TUCSON, Ariz. - Tucson may be in the desert but weather experts at the University of Arizona -- are getting a strong reputation for predicting powerful storms that roar in from the ocean: hurricanes.
UA researchers say the U.S. had better brace itself for a rough hurricane season.
Hurricanes are the most powerful force in nature. When they come ashore, death and damage in the billions often follow.
The good news is modern forecasting can help us be ready to reduce the risk.
Xubin Zeng and his team at University of Arizona Atmospheric Sciences were dead-on when they predicted a busy hurricane season in 2017---while other forecasters expected a much quieter season.
He says this year looks like another rough one.
"We predict the six key named storms, eight, will become hurricanes, and a three will become major hurricanes."
The UA team puts a lot of weight on what other forecasters do not---the strength of wind right on the sea surface. Doctor Zeng says there's more of the warm water that helps hurricanes grow because winds have been light. Stronger winds would have helped lower ocean temperatures.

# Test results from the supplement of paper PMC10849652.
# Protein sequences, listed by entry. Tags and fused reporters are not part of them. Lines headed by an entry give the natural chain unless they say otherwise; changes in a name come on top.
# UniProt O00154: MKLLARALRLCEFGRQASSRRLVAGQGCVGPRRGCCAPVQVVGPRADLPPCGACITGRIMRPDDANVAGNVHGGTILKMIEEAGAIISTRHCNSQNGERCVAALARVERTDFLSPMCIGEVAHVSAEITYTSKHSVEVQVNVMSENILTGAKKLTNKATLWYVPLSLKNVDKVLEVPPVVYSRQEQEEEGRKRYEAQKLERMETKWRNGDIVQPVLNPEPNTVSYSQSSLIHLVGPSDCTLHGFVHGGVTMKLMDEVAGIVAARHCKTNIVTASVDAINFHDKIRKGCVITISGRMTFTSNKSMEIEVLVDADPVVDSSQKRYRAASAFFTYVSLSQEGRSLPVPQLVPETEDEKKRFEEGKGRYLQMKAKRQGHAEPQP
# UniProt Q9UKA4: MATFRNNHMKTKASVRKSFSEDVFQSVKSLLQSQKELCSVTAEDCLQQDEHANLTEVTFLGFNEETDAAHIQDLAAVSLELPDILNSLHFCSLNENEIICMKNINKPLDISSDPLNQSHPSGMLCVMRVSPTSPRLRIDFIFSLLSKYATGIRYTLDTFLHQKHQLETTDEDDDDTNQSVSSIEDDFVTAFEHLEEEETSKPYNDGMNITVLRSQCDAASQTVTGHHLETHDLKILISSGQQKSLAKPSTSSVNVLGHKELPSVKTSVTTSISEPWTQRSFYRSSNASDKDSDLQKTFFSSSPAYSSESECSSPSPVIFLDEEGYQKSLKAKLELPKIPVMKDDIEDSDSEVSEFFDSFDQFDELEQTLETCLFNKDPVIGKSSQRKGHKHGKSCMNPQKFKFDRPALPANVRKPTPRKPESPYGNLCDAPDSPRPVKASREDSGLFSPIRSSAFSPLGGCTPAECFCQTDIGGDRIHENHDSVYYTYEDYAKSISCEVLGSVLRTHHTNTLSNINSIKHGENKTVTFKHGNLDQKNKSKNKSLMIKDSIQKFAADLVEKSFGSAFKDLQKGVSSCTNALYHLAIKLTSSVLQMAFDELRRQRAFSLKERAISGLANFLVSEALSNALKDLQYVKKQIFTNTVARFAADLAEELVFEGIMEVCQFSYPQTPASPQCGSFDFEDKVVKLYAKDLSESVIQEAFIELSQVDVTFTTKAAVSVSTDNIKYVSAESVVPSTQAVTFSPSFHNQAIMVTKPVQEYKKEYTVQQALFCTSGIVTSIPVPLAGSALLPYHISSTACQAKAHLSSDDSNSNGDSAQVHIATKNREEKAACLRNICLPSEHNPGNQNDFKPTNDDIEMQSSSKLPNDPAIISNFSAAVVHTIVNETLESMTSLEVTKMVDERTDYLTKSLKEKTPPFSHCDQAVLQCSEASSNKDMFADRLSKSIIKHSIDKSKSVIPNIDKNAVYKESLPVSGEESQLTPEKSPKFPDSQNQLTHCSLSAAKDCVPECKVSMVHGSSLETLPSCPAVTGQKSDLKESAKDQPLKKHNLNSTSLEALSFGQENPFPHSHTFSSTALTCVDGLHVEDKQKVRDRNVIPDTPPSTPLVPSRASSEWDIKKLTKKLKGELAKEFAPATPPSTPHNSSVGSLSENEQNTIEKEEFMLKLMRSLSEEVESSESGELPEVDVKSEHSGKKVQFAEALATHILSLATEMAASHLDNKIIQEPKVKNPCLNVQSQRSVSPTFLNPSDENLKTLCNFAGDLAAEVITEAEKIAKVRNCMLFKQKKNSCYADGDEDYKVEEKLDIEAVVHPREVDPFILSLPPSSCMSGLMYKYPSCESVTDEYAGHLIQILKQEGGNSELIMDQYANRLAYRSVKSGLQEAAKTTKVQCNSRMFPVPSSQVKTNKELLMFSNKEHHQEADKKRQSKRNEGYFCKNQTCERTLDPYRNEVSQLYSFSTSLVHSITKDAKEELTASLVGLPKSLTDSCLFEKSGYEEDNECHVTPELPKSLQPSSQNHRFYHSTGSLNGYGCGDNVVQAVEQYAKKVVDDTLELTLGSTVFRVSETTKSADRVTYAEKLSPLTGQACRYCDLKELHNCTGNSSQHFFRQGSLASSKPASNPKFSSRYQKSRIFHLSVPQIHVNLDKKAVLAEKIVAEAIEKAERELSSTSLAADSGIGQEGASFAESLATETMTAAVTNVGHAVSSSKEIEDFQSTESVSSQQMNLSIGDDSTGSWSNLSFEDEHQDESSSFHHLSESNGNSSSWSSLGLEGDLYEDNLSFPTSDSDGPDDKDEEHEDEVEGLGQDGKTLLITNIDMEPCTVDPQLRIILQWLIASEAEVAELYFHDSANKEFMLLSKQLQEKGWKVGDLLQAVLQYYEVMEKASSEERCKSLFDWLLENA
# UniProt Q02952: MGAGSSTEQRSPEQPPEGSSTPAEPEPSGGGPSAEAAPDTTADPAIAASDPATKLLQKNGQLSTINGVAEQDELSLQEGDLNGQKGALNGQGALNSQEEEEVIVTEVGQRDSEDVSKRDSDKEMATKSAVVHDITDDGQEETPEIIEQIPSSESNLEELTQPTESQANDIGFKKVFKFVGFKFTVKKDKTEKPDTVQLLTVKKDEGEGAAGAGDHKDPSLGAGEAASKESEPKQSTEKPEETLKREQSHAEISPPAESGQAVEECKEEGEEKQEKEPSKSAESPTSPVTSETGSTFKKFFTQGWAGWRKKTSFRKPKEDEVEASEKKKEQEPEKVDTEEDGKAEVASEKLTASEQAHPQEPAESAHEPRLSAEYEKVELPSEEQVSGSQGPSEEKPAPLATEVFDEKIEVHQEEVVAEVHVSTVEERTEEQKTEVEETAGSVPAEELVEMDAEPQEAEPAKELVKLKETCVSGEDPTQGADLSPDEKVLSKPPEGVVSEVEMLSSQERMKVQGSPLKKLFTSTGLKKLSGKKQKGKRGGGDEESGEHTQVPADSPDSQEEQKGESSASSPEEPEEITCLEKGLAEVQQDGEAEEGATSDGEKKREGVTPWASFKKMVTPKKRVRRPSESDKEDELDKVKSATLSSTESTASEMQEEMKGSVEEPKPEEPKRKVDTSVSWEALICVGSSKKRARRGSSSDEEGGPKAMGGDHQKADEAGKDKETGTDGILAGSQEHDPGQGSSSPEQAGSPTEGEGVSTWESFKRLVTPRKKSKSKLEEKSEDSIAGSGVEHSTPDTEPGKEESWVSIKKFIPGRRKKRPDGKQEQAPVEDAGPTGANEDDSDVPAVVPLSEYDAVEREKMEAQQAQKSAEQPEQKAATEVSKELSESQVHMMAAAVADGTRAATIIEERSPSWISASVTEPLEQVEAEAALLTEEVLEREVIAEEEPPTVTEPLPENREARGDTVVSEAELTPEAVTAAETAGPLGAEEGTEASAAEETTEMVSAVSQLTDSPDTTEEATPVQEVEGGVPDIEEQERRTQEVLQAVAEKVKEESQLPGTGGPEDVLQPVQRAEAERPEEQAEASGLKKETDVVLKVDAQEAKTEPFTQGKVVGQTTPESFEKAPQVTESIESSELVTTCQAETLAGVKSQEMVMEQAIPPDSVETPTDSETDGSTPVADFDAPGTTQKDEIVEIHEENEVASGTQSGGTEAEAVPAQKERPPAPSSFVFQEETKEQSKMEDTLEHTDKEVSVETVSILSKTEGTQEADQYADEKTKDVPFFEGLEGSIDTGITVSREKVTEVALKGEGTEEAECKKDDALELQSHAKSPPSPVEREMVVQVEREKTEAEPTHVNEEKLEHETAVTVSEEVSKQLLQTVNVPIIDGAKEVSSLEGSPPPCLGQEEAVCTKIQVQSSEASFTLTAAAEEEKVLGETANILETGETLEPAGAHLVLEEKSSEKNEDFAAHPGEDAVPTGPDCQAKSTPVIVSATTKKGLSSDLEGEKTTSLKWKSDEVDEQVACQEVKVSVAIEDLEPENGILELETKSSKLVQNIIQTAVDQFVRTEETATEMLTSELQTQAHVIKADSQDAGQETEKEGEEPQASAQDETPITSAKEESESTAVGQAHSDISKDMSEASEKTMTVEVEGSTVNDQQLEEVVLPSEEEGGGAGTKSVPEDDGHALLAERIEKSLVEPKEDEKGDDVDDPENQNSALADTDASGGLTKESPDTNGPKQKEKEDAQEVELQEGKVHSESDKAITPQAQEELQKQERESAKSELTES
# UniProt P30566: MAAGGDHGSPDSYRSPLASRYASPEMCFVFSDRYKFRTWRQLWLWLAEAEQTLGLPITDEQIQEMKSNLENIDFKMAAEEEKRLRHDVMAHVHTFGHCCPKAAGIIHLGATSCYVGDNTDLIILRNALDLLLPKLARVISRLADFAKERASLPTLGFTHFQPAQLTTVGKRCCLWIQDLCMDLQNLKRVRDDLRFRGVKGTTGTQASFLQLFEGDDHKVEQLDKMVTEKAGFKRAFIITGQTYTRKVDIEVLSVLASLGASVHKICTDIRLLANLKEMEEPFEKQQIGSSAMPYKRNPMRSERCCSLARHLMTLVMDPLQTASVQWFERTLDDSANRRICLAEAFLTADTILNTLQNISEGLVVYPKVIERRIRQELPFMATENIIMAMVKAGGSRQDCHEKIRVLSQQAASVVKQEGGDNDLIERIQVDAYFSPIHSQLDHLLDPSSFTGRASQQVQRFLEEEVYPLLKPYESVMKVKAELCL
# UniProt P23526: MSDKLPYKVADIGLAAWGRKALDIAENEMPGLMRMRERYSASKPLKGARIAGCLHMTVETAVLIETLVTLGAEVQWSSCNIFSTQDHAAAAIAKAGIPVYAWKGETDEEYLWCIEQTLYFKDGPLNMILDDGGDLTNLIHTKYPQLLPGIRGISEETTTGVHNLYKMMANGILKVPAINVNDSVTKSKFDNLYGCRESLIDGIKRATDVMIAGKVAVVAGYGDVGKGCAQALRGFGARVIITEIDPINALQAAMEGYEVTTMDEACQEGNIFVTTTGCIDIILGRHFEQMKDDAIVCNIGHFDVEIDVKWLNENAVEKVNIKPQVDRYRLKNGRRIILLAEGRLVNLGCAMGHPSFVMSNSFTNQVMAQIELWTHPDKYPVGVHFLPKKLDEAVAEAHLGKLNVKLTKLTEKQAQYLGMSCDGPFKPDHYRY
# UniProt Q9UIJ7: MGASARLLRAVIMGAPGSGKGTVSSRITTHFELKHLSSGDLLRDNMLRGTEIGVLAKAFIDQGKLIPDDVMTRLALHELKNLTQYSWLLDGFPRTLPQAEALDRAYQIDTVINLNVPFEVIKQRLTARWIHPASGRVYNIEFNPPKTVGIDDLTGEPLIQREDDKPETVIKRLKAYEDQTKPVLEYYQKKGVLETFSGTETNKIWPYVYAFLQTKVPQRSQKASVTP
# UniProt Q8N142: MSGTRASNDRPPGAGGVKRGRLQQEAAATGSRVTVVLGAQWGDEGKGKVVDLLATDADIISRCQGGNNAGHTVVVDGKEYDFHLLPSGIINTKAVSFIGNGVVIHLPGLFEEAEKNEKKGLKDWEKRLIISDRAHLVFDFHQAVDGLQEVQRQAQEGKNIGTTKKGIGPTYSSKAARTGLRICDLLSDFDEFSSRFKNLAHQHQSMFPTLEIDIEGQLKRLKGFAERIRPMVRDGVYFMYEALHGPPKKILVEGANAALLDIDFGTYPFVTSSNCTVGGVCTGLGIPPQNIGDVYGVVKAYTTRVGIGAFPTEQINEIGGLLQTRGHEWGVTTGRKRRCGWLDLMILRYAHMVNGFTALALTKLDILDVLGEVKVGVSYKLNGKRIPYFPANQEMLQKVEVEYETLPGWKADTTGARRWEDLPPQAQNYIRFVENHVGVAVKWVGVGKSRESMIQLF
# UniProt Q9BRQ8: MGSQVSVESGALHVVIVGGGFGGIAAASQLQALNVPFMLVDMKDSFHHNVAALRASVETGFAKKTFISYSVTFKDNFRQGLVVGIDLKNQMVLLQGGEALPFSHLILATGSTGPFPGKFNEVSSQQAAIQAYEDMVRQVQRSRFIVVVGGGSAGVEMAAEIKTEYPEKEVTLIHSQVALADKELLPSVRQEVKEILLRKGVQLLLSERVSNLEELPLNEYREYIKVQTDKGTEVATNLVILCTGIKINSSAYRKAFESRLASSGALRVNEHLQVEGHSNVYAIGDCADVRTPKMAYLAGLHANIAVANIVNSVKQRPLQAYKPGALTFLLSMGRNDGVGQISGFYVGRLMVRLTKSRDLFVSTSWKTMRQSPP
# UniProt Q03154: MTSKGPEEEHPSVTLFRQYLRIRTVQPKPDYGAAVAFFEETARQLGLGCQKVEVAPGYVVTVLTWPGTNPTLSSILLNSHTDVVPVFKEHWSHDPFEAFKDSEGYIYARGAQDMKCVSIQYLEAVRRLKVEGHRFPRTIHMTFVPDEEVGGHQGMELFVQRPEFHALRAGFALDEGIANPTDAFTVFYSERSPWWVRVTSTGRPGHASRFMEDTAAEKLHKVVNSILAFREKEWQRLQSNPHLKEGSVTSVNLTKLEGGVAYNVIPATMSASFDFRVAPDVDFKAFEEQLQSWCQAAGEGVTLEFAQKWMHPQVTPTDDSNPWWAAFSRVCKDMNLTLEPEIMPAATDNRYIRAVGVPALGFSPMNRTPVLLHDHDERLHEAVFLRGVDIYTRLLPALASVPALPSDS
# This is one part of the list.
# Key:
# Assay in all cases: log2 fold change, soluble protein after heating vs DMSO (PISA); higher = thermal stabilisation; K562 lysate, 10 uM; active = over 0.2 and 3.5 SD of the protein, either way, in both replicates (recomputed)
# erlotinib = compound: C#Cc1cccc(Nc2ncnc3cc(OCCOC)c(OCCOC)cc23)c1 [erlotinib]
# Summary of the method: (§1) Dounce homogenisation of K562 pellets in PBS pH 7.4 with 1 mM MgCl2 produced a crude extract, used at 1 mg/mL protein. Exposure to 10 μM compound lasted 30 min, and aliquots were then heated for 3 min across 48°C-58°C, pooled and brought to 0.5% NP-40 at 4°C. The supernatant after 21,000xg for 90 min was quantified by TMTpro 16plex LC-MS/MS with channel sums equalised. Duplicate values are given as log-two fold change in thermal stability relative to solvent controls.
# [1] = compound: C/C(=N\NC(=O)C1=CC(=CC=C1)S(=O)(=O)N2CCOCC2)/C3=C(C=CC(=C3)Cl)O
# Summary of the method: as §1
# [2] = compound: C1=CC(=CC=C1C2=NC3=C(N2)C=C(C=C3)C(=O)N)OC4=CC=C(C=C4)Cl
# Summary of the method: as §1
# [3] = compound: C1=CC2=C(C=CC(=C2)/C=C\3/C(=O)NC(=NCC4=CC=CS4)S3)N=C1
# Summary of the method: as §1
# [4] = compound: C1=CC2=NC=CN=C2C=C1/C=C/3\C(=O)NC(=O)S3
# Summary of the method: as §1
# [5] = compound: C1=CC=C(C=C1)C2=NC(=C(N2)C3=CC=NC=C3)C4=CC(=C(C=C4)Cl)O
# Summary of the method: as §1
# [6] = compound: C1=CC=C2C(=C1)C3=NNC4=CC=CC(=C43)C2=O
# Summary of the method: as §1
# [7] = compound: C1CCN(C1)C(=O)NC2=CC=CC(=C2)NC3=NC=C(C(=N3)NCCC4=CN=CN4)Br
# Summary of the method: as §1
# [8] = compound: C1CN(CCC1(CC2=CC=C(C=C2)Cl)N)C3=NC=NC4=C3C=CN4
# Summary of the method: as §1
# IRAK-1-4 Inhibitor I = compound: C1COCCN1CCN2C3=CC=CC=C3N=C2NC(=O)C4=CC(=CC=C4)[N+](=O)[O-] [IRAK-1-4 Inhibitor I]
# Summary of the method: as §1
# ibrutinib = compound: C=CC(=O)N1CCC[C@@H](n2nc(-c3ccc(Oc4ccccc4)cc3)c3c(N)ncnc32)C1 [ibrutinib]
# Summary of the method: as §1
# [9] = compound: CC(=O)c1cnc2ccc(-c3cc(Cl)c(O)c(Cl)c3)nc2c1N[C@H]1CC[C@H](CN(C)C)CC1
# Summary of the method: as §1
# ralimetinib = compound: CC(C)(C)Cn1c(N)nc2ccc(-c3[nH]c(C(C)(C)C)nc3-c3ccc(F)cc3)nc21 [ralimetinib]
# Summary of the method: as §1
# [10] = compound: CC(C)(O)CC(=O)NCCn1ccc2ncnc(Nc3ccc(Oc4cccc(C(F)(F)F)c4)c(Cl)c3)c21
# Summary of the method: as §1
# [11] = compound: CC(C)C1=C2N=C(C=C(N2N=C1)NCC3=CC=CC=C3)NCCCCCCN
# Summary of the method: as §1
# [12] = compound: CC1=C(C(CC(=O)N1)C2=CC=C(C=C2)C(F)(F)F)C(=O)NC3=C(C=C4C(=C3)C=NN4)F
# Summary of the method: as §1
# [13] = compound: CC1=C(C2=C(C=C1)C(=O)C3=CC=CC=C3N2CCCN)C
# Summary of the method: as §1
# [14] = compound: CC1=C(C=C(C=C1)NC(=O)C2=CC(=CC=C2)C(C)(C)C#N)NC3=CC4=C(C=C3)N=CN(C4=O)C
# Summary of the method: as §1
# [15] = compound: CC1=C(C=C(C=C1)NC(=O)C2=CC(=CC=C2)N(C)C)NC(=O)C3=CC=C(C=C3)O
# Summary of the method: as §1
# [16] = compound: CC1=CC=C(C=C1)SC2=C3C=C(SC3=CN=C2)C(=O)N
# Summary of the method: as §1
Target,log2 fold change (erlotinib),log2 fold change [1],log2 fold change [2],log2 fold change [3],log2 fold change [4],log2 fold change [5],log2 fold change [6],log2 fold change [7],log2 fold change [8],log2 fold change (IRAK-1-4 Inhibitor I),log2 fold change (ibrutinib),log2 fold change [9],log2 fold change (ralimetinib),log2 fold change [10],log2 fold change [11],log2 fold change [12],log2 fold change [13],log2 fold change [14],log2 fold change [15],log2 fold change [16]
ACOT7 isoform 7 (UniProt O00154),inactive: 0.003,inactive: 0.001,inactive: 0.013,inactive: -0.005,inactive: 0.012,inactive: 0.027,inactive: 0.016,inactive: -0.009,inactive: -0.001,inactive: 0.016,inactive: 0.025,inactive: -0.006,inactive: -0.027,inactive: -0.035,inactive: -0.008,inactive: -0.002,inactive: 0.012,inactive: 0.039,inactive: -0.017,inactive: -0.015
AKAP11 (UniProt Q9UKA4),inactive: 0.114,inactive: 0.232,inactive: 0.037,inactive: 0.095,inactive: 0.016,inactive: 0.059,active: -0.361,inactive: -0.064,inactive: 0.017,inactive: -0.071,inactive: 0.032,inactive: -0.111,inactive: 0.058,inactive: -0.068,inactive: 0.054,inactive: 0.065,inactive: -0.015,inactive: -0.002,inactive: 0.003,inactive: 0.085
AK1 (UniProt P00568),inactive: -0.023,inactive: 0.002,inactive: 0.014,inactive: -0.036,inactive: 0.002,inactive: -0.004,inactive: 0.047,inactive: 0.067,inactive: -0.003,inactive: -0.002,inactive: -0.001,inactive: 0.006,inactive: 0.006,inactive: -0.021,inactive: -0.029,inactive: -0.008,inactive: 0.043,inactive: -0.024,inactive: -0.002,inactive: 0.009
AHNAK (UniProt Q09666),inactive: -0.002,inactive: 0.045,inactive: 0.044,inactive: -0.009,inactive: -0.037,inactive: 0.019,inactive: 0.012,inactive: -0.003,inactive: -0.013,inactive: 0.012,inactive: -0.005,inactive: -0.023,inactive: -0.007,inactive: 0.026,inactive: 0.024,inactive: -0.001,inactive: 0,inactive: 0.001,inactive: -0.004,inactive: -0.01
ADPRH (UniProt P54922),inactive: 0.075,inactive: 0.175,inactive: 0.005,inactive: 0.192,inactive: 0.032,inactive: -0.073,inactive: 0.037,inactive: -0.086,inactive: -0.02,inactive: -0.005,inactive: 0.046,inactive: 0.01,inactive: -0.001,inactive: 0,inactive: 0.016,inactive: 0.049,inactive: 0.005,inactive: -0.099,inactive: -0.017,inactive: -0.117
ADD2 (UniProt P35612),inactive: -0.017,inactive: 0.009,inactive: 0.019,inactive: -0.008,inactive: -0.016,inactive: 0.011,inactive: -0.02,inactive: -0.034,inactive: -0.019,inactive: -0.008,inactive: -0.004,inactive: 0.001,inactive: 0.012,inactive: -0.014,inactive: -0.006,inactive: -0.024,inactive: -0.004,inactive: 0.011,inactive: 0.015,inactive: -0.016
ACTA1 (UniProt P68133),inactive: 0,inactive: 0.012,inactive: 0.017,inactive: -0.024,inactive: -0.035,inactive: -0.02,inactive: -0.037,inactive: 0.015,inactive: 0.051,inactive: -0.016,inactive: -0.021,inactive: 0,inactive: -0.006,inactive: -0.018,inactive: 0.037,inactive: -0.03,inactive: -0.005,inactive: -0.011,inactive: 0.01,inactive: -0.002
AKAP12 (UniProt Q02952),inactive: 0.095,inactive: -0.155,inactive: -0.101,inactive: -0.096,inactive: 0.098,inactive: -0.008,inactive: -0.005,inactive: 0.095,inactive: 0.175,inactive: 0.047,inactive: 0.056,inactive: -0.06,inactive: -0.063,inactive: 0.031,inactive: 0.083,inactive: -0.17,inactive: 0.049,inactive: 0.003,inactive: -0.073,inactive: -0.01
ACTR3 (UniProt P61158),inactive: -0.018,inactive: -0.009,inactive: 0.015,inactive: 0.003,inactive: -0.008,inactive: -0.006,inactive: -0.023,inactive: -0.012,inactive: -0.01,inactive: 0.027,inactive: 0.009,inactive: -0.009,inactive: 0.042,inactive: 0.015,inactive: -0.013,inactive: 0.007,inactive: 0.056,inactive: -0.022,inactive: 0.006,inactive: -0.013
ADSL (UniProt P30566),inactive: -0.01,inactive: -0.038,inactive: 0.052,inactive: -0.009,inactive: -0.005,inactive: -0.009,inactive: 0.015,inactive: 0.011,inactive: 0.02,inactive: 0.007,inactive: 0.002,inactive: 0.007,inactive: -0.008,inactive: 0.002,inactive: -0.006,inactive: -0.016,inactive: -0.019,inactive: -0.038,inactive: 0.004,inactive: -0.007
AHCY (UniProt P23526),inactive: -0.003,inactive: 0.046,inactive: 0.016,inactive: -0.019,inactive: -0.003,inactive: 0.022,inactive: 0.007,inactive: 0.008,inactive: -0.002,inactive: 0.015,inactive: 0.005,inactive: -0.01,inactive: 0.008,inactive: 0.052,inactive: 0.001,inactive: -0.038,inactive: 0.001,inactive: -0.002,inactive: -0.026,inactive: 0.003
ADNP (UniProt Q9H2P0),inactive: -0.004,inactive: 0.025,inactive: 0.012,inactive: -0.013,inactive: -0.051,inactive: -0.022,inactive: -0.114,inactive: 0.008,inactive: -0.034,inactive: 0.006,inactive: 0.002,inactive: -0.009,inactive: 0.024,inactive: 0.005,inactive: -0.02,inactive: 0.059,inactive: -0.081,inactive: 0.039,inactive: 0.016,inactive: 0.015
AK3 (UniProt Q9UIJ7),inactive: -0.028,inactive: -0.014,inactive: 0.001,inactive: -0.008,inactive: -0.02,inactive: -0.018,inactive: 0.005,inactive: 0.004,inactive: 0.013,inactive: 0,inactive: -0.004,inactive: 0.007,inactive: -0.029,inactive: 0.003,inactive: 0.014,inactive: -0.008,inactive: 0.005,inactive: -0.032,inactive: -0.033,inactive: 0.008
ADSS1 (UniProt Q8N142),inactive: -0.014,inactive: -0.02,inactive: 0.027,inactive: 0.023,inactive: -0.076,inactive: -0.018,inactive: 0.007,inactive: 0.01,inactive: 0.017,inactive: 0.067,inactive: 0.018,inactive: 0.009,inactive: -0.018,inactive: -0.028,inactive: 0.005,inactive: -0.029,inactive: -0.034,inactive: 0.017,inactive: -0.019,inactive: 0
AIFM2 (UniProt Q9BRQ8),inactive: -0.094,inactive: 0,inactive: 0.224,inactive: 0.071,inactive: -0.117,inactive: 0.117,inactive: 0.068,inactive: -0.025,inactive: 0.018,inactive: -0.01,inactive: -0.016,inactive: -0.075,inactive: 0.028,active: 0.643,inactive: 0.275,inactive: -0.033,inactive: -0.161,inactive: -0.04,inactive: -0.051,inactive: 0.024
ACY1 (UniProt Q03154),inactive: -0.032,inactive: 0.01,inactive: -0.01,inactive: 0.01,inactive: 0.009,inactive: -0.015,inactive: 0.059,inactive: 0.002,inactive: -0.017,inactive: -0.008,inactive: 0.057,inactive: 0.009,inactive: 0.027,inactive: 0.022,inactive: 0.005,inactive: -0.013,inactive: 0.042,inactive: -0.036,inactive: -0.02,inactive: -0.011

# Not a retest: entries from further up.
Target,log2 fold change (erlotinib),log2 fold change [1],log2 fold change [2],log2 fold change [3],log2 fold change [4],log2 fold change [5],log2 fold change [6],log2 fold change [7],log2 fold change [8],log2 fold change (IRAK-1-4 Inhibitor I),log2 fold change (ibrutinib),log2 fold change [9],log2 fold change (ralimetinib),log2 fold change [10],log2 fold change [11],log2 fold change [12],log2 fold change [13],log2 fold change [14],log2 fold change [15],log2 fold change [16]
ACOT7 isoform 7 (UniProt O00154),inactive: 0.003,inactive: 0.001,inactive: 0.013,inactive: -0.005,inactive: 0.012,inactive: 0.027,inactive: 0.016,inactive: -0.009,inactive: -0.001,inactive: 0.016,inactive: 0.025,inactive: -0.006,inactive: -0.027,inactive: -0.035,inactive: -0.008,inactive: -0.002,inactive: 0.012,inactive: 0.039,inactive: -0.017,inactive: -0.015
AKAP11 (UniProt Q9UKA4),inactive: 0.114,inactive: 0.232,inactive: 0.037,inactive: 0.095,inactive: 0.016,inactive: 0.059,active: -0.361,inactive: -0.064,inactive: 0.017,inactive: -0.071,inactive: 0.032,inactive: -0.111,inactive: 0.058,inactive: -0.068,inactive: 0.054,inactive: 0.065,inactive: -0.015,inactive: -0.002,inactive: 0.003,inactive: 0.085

Even here in the desert, there's plenty of reason to care about hurricanes.
Doctor Zeng says when they hit a wide area, the destruction and cost of recovery can be a drain on a national scale and hurricanes in the Atlantic can still affect weather in Arizona.
"So the hurricane activities over the Atlantic Ocean are directly related to the hurricane activities over the eastern Pacific Ocean, which directly affects our weather in Tucson."
And Doctor Zeng says knowing there's a hard hurricane season ahead can help government and private industry plan for protection in advance of the storm, and recovery after it passes.